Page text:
Sisterhood of the Antlers

Stories of the Ancestral Mothers of Scotland from folk magic and the wise women who honored them. Rooted in the Bean Feasa (Wise Woman) tradition.

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Scottish Travel Journal. The Best Beach Combing Find Ever!

This part one in a series of blog posts as I head home to Scotland for the Ancestral Mothers of Scotland Retreat. I'll be spending time on a Hebridean island whose name means Isle of the Big Women, heading in search of hag stones and a visit to the Cairngorm reindeer herd.

We arrived on the small island of Eigg to some wonderful rainy days which are all the more enjoyable knowing they aren't going to last for the entire time on the island. We got properly soaked (even with waterproofs on) which is all the more wonderful knowing you can have a hot shower when you get in.
Mist was the perfect cloak to be wrapped in as we made our pilgrimage to the Well of the Holy Women. Throughout the UK and Ireland, there is a long tradition of women who tended wells, keeping the water free from overgrowing weeds and allowing the water to run free. This is the perfect place to sit and soak into this place. To consider who were the Holy Women and even to consider what in us needs to be tended, what weeds need to be removed from our lives in order that the same flow can run within us.

The weather cleared in a few days and we had glorious skies which darkened just for a few hours each night after a wonderful wash of twilight.

The disaster part of this trip was that by the time I  got home to Loch Lomond I started to feel a bit strange with severe aches in my joints. The next day brought a rash of spots and as I suspected - Chicken Pox in my 40's! 


A Beachcombing Adventure

Beachcombing has to be one of my most favorite things - who knows what treasures might be thrown up from the bottom of the sea. While on Eigg it's a great motivation to get up to reach a certain little beach when the tide is out. To join the seagulls, the oystercatcher's and to glimpse out to slightly distant rocks in the hope of catching sight of one of the seal people.

On this little beach is the hope of finding something rather special - a Scottish Cowrie Shell. Cowries have been prized by people around the world and by the earliest people to walk on this island around 50000 BCE (you can see the cowries in the photo above in the middle of the skull looking like eyes).

It was last year I came across this wonderful skull. As I held it and turned it around in my hands it took me a minute to realise it was a dolphin skull with the thinner nose cartilage had long gotten smashed against the rocks. How amazing to hold a dolphin skull and wonder what she had seen through her eyes as she swam in the sea channels around these Hebridean islands. What wise woman looked out to sea for the sign of a fin or flick of the tail and what women shapeshifted and dove down into the depths to find the answers to their questions.

I'll return her to the beach or the waves next year after we've shared a few stories.

The Seal People

Seal's really have been the pointers on this journey home. From books falling off shelves to an open page to a chapter I've highlighted in the past (that's some serious wu wu from someone who spent most of their life as a librarian). I was lucky enough to spot some seal people hanging out on rocks as we arrived on the Isle of Eigg and I've been exploring the dark, scary depths around towering kelp forests in my dreams.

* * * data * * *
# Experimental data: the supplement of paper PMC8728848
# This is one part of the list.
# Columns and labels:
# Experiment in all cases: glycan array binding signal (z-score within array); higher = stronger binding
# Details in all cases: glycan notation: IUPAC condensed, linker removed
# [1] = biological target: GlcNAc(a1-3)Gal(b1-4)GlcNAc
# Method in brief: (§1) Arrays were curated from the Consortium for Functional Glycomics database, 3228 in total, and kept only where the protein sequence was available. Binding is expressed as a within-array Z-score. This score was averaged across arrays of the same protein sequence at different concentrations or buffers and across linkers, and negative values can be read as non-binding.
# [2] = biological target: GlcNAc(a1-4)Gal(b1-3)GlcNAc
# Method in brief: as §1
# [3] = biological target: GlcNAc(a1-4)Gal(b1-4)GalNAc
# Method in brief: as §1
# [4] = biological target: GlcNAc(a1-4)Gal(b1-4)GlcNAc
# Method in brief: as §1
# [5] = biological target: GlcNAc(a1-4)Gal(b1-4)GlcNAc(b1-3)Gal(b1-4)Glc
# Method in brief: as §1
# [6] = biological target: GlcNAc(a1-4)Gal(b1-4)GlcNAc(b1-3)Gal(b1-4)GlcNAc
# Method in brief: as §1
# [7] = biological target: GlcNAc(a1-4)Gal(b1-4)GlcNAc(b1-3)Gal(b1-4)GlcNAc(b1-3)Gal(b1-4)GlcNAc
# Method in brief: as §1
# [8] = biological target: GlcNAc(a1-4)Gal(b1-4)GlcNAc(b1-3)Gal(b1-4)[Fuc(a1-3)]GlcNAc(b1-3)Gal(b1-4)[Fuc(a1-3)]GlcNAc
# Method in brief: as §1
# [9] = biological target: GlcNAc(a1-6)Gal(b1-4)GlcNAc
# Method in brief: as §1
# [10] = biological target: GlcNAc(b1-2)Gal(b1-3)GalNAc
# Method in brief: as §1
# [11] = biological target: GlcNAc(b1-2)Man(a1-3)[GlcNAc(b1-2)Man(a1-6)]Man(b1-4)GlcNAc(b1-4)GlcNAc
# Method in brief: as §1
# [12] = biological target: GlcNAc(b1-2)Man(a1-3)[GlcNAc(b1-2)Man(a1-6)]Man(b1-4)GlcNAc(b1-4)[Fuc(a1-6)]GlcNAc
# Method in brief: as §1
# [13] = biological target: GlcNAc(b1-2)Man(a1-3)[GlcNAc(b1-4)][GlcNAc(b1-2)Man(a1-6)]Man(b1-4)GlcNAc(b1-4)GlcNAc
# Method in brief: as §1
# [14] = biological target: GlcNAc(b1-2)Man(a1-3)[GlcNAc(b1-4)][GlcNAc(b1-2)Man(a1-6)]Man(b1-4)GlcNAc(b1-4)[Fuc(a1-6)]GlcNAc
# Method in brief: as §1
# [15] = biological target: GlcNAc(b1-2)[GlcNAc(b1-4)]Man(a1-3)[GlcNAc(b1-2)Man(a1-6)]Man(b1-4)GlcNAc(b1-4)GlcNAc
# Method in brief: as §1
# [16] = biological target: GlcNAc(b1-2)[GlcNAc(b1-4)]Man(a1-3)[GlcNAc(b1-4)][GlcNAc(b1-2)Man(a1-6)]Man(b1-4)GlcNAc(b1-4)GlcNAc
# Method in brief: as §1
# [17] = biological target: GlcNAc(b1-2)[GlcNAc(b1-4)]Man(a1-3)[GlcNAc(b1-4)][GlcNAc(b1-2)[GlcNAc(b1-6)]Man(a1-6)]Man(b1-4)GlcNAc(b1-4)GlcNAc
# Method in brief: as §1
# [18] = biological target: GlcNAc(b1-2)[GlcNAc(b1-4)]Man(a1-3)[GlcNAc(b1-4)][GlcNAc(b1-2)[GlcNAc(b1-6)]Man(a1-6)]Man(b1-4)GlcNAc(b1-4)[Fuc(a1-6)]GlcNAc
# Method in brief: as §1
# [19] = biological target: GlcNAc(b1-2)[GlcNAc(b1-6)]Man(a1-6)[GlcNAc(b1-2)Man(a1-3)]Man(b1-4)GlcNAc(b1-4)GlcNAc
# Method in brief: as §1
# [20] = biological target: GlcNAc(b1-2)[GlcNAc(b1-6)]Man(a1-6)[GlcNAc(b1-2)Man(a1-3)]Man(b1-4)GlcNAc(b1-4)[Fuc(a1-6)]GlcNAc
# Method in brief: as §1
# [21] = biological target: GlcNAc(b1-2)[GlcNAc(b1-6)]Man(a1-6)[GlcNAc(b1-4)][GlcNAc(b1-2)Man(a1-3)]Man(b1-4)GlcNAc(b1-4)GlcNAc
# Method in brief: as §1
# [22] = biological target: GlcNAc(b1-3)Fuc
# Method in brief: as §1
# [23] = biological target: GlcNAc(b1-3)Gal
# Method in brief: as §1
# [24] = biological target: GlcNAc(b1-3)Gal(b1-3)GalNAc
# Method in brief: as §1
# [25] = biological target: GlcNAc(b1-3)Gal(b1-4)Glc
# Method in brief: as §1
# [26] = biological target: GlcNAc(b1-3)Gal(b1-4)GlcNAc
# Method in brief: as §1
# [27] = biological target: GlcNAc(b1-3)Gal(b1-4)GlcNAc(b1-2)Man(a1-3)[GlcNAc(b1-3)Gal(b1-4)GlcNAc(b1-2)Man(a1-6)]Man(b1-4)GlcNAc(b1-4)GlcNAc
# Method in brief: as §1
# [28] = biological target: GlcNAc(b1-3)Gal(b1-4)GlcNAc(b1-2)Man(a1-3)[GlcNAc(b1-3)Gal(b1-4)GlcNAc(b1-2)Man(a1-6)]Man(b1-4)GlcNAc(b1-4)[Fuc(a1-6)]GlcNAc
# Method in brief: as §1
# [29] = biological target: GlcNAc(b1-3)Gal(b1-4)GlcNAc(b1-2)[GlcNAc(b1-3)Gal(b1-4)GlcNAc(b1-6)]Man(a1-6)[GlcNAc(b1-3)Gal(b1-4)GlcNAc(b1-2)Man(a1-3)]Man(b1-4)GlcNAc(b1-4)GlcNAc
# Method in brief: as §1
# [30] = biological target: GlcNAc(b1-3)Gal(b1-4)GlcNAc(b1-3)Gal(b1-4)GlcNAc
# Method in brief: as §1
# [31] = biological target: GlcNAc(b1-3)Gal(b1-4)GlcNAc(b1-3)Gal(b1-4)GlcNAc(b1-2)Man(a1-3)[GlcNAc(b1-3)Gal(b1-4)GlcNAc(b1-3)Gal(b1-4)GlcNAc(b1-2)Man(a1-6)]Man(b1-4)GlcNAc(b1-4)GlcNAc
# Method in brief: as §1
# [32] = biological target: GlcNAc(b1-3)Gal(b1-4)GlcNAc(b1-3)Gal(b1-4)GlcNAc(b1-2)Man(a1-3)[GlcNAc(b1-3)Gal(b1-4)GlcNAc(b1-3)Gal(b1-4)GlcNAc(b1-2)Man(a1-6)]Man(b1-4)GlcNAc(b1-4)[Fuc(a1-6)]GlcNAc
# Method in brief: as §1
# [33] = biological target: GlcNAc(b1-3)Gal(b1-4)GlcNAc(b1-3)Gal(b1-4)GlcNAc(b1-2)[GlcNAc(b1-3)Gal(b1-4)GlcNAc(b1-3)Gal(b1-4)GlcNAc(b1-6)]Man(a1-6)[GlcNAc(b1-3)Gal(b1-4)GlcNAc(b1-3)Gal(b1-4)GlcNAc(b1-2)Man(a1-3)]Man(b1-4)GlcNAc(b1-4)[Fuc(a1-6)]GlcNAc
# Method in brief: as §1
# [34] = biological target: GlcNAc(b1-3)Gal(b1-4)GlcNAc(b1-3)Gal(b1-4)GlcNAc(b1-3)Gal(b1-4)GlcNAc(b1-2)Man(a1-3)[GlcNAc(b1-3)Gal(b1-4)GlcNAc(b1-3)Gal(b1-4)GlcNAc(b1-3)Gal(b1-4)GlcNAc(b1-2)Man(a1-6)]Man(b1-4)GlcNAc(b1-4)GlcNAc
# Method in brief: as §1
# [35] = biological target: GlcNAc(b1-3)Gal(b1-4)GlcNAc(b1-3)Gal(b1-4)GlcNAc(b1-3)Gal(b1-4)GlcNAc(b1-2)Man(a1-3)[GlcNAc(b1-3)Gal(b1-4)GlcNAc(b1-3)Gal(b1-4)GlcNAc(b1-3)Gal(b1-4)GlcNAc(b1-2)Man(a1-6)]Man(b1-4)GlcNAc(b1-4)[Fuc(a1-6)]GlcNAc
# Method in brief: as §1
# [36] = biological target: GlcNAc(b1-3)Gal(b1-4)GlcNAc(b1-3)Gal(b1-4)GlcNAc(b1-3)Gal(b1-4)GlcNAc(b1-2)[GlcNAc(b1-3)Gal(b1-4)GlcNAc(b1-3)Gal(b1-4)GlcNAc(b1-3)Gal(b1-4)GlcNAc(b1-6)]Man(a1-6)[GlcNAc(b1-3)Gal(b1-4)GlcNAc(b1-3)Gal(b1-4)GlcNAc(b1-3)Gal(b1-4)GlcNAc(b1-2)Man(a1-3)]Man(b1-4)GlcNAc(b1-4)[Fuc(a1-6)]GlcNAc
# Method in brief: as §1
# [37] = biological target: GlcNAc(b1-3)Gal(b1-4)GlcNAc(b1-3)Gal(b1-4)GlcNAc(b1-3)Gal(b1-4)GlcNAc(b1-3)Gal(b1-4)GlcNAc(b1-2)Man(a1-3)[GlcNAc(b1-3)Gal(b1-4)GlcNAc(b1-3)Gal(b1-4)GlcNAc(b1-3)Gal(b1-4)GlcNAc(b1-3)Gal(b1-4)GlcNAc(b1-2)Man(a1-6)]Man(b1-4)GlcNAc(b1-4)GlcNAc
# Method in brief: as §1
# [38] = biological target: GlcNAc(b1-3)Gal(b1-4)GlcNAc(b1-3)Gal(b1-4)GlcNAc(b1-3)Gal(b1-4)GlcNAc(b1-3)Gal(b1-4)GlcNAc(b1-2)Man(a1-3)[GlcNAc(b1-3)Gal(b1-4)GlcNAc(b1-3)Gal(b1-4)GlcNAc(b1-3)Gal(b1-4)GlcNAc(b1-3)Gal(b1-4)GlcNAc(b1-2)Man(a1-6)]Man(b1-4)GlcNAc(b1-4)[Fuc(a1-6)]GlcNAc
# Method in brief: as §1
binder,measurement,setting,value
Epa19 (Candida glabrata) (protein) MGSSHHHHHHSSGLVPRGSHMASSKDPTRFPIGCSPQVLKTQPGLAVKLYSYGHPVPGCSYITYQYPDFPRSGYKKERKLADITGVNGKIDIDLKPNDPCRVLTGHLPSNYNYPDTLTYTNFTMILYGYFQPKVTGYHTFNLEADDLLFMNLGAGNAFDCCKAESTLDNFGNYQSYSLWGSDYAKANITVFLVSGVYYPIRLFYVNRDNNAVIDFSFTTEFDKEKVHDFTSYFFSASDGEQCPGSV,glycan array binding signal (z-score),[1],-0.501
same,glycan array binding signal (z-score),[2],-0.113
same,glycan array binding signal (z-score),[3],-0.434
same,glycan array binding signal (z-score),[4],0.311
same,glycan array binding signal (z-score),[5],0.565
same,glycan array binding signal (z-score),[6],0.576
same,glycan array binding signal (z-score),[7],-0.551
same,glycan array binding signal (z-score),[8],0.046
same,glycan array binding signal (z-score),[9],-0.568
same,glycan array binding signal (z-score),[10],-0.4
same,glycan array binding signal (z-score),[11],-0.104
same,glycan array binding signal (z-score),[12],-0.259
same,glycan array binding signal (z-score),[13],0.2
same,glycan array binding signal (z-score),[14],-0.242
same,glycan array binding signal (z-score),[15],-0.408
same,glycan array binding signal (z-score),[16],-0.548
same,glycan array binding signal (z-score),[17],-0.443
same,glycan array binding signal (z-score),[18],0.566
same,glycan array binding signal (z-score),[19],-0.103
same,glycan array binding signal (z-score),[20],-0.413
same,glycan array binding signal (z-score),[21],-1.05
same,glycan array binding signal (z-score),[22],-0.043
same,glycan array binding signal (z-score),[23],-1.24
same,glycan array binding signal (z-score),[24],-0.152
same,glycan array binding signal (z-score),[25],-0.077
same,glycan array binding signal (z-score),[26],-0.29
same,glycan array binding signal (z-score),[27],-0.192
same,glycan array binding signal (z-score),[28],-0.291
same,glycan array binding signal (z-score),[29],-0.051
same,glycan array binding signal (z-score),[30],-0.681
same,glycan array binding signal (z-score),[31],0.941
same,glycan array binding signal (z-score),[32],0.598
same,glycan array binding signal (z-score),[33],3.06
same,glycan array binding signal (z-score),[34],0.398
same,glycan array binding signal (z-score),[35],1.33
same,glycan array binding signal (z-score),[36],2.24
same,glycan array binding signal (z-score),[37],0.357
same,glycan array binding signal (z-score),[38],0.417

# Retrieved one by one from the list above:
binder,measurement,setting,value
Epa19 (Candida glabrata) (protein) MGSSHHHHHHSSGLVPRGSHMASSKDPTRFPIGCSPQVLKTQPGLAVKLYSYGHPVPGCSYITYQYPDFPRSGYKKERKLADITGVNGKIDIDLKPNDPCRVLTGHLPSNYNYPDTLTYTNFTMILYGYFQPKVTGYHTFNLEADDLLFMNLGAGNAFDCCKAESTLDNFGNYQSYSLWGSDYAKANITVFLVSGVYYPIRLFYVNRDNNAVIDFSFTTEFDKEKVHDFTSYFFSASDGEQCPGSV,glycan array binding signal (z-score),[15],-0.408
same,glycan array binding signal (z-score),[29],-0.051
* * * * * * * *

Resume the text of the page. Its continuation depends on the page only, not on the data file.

It's been many years since I've read 'Seal Morning' long enough for me to forget most of the story so it was a perfect read - the story follows a young girl living in India with her parents who is sent to live with her aunt in a very remote croft in the North West of Scotland. The story is a wonderful adventure of self-sufficiency and survival of a small family of two humans, rats, otters, squirrels and a seal. Plus the wild animals visitors and the curious insights from their distant crofting neighbors.

Published in the 1950's there has been some controversy to wither the book is indeed a true account but it's such as wonderful tale woven with so many interesting characters and nature observations I wonder does it really matter if it's true or not?


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I am descended from a long line of wise women – for I too am a shapeshifter, a mythmaker, a woman who has always had one ear to the ground and a foot in the other world. I am a listener to old bones and a collector of stories that I gather from the shorelines, deep in forests or atop mountains. Sometimes my shadow shows my other selves sometimes crow sometimes bear, I am She Who Wears Antlers.

I am a radical doll maker, taking this tradition back to its roots and the hands of my foremothers. They remind us of our sacred connection to this world, the otherworld and our ancestors. I am a collector of stories, carrying old ones and those who need retelling.

I am inspired by the Bean Feasa tradition, a wise woman tradition that stretches back past pre-Celtic generations. People sought the wisdom of the wise woman in times of personal crisis and today this tradition can help us face this deepening global crisis.

I am a cultural activist working from the Bean Feasa tradition rooted in pre-patriarchy which honors imagination and creativity and provides us with tools that can help us overcome the psychological effects of patriarchy.

Visit my website for details of online courses, in-person workshops and our annual pilgrimage to the lands of the Ancestral Mothers of Scotland.


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